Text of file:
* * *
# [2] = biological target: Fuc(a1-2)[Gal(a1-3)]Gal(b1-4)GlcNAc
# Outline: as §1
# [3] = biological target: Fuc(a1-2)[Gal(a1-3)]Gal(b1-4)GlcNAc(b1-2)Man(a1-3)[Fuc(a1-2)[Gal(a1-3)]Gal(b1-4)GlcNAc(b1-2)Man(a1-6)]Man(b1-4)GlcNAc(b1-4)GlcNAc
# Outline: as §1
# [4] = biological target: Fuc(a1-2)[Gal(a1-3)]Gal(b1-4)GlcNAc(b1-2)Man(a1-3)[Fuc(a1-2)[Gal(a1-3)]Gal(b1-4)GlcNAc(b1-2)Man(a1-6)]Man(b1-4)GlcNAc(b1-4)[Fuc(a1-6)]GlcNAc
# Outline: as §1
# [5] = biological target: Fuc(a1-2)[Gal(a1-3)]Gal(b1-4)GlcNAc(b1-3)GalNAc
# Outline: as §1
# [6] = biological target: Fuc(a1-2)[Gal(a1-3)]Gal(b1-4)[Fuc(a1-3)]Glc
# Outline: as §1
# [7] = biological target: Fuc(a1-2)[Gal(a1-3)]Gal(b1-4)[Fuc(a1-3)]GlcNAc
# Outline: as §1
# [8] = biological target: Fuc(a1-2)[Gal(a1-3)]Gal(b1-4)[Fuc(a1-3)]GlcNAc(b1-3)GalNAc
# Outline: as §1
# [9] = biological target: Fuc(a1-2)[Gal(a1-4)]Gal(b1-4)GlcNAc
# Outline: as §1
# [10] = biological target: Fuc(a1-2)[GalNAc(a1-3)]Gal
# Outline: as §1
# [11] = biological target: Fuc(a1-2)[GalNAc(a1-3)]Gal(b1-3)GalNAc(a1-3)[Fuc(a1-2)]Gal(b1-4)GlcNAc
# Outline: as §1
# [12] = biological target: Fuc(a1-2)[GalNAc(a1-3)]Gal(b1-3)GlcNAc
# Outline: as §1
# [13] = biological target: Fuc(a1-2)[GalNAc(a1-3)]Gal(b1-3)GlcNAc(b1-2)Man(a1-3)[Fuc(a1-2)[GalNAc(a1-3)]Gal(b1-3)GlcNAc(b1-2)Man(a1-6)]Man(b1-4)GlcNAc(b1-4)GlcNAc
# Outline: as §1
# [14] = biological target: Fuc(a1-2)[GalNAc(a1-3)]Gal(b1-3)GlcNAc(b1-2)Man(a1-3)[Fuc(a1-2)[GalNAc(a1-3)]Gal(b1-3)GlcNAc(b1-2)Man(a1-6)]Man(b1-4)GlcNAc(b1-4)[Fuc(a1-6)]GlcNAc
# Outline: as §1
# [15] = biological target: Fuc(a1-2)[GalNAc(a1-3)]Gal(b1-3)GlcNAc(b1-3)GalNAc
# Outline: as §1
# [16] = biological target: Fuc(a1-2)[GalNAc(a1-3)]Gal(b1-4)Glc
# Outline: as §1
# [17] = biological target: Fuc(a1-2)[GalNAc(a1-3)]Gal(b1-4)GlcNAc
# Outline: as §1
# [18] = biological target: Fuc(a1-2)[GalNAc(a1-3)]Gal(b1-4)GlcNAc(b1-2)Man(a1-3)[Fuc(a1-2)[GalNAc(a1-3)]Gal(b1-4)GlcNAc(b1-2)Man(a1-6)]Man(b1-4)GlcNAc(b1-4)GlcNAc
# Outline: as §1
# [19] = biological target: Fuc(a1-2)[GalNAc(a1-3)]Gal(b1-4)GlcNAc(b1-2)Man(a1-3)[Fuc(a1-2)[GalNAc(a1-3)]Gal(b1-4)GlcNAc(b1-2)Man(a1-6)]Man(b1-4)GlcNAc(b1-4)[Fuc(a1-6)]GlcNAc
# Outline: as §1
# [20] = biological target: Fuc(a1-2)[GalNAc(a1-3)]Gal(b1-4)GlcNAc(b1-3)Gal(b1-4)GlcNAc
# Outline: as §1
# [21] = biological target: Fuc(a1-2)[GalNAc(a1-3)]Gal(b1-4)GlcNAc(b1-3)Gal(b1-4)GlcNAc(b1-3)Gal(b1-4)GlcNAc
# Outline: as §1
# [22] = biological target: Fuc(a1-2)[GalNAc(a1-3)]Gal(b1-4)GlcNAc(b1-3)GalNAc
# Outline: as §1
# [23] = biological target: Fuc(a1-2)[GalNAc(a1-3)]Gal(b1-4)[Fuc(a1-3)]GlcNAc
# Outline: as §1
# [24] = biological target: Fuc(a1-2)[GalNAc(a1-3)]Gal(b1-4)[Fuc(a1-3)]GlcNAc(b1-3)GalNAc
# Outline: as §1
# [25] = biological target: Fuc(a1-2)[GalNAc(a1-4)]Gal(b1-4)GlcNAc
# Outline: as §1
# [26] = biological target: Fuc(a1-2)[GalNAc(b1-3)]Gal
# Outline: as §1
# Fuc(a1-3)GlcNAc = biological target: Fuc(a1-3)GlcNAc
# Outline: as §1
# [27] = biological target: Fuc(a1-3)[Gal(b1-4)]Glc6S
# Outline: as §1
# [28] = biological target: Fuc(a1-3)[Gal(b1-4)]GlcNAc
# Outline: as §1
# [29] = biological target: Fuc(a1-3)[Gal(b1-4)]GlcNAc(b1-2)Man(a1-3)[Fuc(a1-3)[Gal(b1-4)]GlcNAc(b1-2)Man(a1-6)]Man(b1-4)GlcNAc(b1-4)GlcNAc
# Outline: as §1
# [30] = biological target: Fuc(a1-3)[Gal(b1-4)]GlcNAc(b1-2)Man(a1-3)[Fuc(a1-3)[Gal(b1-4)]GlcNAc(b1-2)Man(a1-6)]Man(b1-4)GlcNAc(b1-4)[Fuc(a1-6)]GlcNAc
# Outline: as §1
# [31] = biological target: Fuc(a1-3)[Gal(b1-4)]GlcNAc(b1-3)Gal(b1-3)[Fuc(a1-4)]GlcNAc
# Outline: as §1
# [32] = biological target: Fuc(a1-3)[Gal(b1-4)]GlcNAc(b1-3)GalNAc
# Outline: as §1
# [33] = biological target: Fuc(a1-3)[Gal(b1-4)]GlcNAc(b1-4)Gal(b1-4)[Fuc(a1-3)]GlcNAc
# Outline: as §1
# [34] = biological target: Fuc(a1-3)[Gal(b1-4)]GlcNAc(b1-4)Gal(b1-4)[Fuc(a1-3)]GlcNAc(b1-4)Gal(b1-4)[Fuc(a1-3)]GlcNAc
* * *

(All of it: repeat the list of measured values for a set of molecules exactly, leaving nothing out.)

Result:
# [2] = biological target: Fuc(a1-2)[Gal(a1-3)]Gal(b1-4)GlcNAc
# Outline: as §1
# [3] = biological target: Fuc(a1-2)[Gal(a1-3)]Gal(b1-4)GlcNAc(b1-2)Man(a1-3)[Fuc(a1-2)[Gal(a1-3)]Gal(b1-4)GlcNAc(b1-2)Man(a1-6)]Man(b1-4)GlcNAc(b1-4)GlcNAc
# Outline: as §1
# [4] = biological target: Fuc(a1-2)[Gal(a1-3)]Gal(b1-4)GlcNAc(b1-2)Man(a1-3)[Fuc(a1-2)[Gal(a1-3)]Gal(b1-4)GlcNAc(b1-2)Man(a1-6)]Man(b1-4)GlcNAc(b1-4)[Fuc(a1-6)]GlcNAc
# Outline: as §1
# [5] = biological target: Fuc(a1-2)[Gal(a1-3)]Gal(b1-4)GlcNAc(b1-3)GalNAc
# Outline: as §1
# [6] = biological target: Fuc(a1-2)[Gal(a1-3)]Gal(b1-4)[Fuc(a1-3)]Glc
# Outline: as §1
# [7] = biological target: Fuc(a1-2)[Gal(a1-3)]Gal(b1-4)[Fuc(a1-3)]GlcNAc
# Outline: as §1
# [8] = biological target: Fuc(a1-2)[Gal(a1-3)]Gal(b1-4)[Fuc(a1-3)]GlcNAc(b1-3)GalNAc
# Outline: as §1
# [9] = biological target: Fuc(a1-2)[Gal(a1-4)]Gal(b1-4)GlcNAc
# Outline: as §1
# [10] = biological target: Fuc(a1-2)[GalNAc(a1-3)]Gal
# Outline: as §1
# [11] = biological target: Fuc(a1-2)[GalNAc(a1-3)]Gal(b1-3)GalNAc(a1-3)[Fuc(a1-2)]Gal(b1-4)GlcNAc
# Outline: as §1
# [12] = biological target: Fuc(a1-2)[GalNAc(a1-3)]Gal(b1-3)GlcNAc
# Outline: as §1
# [13] = biological target: Fuc(a1-2)[GalNAc(a1-3)]Gal(b1-3)GlcNAc(b1-2)Man(a1-3)[Fuc(a1-2)[GalNAc(a1-3)]Gal(b1-3)GlcNAc(b1-2)Man(a1-6)]Man(b1-4)GlcNAc(b1-4)GlcNAc
# Outline: as §1
# [14] = biological target: Fuc(a1-2)[GalNAc(a1-3)]Gal(b1-3)GlcNAc(b1-2)Man(a1-3)[Fuc(a1-2)[GalNAc(a1-3)]Gal(b1-3)GlcNAc(b1-2)Man(a1-6)]Man(b1-4)GlcNAc(b1-4)[Fuc(a1-6)]GlcNAc
# Outline: as §1
# [15] = biological target: Fuc(a1-2)[GalNAc(a1-3)]Gal(b1-3)GlcNAc(b1-3)GalNAc
# Outline: as §1
# [16] = biological target: Fuc(a1-2)[GalNAc(a1-3)]Gal(b1-4)Glc
# Outline: as §1
# [17] = biological target: Fuc(a1-2)[GalNAc(a1-3)]Gal(b1-4)GlcNAc
# Outline: as §1
# [18] = biological target: Fuc(a1-2)[GalNAc(a1-3)]Gal(b1-4)GlcNAc(b1-2)Man(a1-3)[Fuc(a1-2)[GalNAc(a1-3)]Gal(b1-4)GlcNAc(b1-2)Man(a1-6)]Man(b1-4)GlcNAc(b1-4)GlcNAc
# Outline: as §1
# [19] = biological target: Fuc(a1-2)[GalNAc(a1-3)]Gal(b1-4)GlcNAc(b1-2)Man(a1-3)[Fuc(a1-2)[GalNAc(a1-3)]Gal(b1-4)GlcNAc(b1-2)Man(a1-6)]Man(b1-4)GlcNAc(b1-4)[Fuc(a1-6)]GlcNAc
# Outline: as §1
# [20] = biological target: Fuc(a1-2)[GalNAc(a1-3)]Gal(b1-4)GlcNAc(b1-3)Gal(b1-4)GlcNAc
# Outline: as §1
# [21] = biological target: Fuc(a1-2)[GalNAc(a1-3)]Gal(b1-4)GlcNAc(b1-3)Gal(b1-4)GlcNAc(b1-3)Gal(b1-4)GlcNAc
# Outline: as §1
# [22] = biological target: Fuc(a1-2)[GalNAc(a1-3)]Gal(b1-4)GlcNAc(b1-3)GalNAc
# Outline: as §1
# [23] = biological target: Fuc(a1-2)[GalNAc(a1-3)]Gal(b1-4)[Fuc(a1-3)]GlcNAc
# Outline: as §1
# [24] = biological target: Fuc(a1-2)[GalNAc(a1-3)]Gal(b1-4)[Fuc(a1-3)]GlcNAc(b1-3)GalNAc
# Outline: as §1
# [25] = biological target: Fuc(a1-2)[GalNAc(a1-4)]Gal(b1-4)GlcNAc
# Outline: as §1
# [26] = biological target: Fuc(a1-2)[GalNAc(b1-3)]Gal
# Outline: as §1
# Fuc(a1-3)GlcNAc = biological target: Fuc(a1-3)GlcNAc
# Outline: as §1
# [27] = biological target: Fuc(a1-3)[Gal(b1-4)]Glc6S
# Outline: as §1
# [28] = biological target: Fuc(a1-3)[Gal(b1-4)]GlcNAc
# Outline: as §1
# [29] = biological target: Fuc(a1-3)[Gal(b1-4)]GlcNAc(b1-2)Man(a1-3)[Fuc(a1-3)[Gal(b1-4)]GlcNAc(b1-2)Man(a1-6)]Man(b1-4)GlcNAc(b1-4)GlcNAc
# Outline: as §1
# [30] = biological target: Fuc(a1-3)[Gal(b1-4)]GlcNAc(b1-2)Man(a1-3)[Fuc(a1-3)[Gal(b1-4)]GlcNAc(b1-2)Man(a1-6)]Man(b1-4)GlcNAc(b1-4)[Fuc(a1-6)]GlcNAc
# Outline: as §1
# [31] = biological target: Fuc(a1-3)[Gal(b1-4)]GlcNAc(b1-3)Gal(b1-3)[Fuc(a1-4)]GlcNAc
# Outline: as §1
# [32] = biological target: Fuc(a1-3)[Gal(b1-4)]GlcNAc(b1-3)GalNAc
# Outline: as §1
# [33] = biological target: Fuc(a1-3)[Gal(b1-4)]GlcNAc(b1-4)Gal(b1-4)[Fuc(a1-3)]GlcNAc
# Outline: as §1
# [34] = biological target: Fuc(a1-3)[Gal(b1-4)]GlcNAc(b1-4)Gal(b1-4)[Fuc(a1-3)]GlcNAc(b1-4)Gal(b1-4)[Fuc(a1-3)]GlcNAc